Rename Taney Street in Philly is the latest campaign to erase a racist past

by Rita Giordano

In the latest action aimed at purging the symbols of racial intolerance and exclusion from America’s public spaces, protesters demonstrated along Fitler Square’s Taney Street on Saturday, calling on officials to rename it for someone who has united the nation rather than divided it.

The Philadelphia street, which is in a number of city neighborhoods, is named for former U.S. Supreme Court Justice Roger Taney, the principal author of the infamous Dred Scott v. Sandford decision of 1857, which held that Africans, whether enslaved or free, had no standing in court because they were not and could not be U.S. citizens.

“This grew out of a recognition that a lot needs to change in our society,” said protester Ben Keys, 40, a Taney Street resident and Wharton associate professor. “Culture needs to change as well as policies to make things more racially inclusive and make everyone in our communities feel welcome.”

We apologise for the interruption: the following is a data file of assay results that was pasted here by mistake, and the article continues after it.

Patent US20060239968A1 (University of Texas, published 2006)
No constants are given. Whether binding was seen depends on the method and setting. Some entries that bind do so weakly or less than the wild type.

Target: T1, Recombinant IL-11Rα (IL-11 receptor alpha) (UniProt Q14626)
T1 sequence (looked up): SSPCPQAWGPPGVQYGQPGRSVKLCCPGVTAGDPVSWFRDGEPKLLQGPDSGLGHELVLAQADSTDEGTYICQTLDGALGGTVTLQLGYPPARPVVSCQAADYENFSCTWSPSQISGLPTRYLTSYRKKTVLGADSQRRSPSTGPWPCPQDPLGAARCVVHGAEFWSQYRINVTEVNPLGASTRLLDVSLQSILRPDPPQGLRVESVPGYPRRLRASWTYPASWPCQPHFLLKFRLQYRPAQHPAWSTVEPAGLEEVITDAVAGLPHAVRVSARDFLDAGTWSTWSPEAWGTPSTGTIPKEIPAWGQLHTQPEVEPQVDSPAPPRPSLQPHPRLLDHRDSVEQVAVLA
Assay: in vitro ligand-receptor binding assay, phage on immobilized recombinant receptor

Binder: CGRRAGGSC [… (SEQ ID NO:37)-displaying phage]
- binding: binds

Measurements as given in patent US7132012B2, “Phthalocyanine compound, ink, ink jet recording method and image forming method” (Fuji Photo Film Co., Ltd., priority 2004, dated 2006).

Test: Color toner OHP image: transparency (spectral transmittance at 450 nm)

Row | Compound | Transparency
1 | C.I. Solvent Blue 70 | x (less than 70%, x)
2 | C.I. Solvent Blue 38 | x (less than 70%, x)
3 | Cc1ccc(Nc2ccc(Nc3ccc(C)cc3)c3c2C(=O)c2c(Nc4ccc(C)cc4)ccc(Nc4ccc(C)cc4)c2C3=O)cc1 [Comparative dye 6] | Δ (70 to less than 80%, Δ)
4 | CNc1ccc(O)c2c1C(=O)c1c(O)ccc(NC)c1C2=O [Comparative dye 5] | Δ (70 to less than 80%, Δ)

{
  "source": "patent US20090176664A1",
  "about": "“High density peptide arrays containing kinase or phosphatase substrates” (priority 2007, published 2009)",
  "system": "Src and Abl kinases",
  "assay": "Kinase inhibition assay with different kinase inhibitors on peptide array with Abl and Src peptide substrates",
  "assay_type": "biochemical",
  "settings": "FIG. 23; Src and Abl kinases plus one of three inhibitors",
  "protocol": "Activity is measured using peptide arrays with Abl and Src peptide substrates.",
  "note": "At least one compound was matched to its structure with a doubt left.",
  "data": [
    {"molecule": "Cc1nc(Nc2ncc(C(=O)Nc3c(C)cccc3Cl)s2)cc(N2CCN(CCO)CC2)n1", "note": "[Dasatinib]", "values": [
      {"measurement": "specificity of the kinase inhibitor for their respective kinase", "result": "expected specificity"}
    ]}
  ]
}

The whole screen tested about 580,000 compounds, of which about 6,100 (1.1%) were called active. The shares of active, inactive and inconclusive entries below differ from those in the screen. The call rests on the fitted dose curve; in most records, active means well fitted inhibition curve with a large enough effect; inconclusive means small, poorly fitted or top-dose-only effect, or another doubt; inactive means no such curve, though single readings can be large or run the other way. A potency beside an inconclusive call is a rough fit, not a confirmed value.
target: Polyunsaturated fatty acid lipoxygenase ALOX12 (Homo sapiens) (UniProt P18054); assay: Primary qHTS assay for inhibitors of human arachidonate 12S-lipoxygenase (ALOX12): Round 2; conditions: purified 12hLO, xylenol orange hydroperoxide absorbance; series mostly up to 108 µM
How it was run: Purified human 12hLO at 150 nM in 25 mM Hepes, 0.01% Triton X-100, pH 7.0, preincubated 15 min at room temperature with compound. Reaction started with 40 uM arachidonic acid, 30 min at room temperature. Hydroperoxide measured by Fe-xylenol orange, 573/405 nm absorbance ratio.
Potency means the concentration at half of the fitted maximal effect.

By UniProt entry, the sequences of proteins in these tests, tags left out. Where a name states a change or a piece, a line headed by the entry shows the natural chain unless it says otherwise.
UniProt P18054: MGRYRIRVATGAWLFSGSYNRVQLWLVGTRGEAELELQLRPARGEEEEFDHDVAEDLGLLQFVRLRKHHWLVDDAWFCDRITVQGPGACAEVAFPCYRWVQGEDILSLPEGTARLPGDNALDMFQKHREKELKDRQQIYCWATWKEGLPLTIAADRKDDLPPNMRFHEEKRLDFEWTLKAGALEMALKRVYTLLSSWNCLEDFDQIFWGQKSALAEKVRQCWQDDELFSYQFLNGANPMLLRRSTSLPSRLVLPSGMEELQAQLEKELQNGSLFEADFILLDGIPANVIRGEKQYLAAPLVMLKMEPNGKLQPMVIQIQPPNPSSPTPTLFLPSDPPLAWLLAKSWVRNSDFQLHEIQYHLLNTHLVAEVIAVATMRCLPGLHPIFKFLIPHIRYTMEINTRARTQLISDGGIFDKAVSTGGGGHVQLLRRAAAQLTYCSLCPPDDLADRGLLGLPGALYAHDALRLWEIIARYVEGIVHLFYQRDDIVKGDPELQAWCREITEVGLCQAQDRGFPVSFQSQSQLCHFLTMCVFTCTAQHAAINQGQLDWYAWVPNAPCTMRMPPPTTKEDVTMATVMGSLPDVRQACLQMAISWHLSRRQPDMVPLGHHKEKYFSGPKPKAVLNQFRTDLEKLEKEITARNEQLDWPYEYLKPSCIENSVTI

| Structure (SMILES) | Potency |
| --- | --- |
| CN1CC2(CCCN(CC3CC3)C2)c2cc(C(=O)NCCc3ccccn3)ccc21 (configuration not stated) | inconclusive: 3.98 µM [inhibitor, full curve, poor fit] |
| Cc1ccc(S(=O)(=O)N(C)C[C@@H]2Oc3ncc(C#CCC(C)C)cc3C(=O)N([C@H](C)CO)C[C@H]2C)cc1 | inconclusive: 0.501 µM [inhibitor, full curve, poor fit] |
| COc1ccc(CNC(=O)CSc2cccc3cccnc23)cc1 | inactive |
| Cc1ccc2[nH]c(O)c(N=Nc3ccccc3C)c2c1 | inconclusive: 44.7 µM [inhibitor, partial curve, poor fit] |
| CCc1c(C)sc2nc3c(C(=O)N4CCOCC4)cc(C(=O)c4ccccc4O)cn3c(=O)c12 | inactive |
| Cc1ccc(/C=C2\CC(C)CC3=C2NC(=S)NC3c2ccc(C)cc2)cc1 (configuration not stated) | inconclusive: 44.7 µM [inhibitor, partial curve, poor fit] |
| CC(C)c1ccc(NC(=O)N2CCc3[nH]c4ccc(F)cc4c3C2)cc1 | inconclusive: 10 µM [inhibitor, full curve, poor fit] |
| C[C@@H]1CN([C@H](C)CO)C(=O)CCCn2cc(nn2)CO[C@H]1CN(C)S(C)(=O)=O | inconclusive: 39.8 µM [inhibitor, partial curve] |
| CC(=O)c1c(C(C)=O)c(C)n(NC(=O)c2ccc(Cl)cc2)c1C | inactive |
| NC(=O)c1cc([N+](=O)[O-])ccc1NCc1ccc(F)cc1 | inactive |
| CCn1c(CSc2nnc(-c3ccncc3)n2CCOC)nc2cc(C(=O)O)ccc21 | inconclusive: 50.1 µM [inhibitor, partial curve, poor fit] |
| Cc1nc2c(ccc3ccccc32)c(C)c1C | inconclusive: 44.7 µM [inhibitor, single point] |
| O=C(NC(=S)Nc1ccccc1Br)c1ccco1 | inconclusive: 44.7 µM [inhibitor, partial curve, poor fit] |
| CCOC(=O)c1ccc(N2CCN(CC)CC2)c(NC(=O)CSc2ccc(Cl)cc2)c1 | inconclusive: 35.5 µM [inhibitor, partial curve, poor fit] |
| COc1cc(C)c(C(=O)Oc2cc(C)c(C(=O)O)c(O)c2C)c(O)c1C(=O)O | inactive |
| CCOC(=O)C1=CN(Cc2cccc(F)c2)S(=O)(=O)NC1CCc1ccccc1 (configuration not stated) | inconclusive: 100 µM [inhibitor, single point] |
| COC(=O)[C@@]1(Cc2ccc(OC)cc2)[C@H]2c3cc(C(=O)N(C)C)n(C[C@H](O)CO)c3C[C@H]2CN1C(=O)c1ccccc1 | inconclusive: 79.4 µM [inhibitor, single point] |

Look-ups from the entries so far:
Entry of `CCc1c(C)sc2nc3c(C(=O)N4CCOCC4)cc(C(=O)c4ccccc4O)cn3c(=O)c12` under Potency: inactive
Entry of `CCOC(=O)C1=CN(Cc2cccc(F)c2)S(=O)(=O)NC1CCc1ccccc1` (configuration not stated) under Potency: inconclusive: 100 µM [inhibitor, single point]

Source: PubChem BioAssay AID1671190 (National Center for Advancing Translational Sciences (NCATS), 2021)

About 40 people took part in the peaceful protest that started at Markward Playground.

“This really is an issue that’s emblematic of our time,” said Joshua Isserman, 40, president of the Fitler Square Neighborhood Association, one of the groups supporting the Rename Taney Street effort. “It’s only a start for the type of equity issues we need to start to really address with racism. Symbols are injurious to people, and they remind them of how the system cannot work for everyone.”

“The Mayor supports the effort to rename Taney Street,” a spokesperson for the city said. “Renaming requires City Council to introduce and pass an ordinance; the Mayor is not able to do this unilaterally.”

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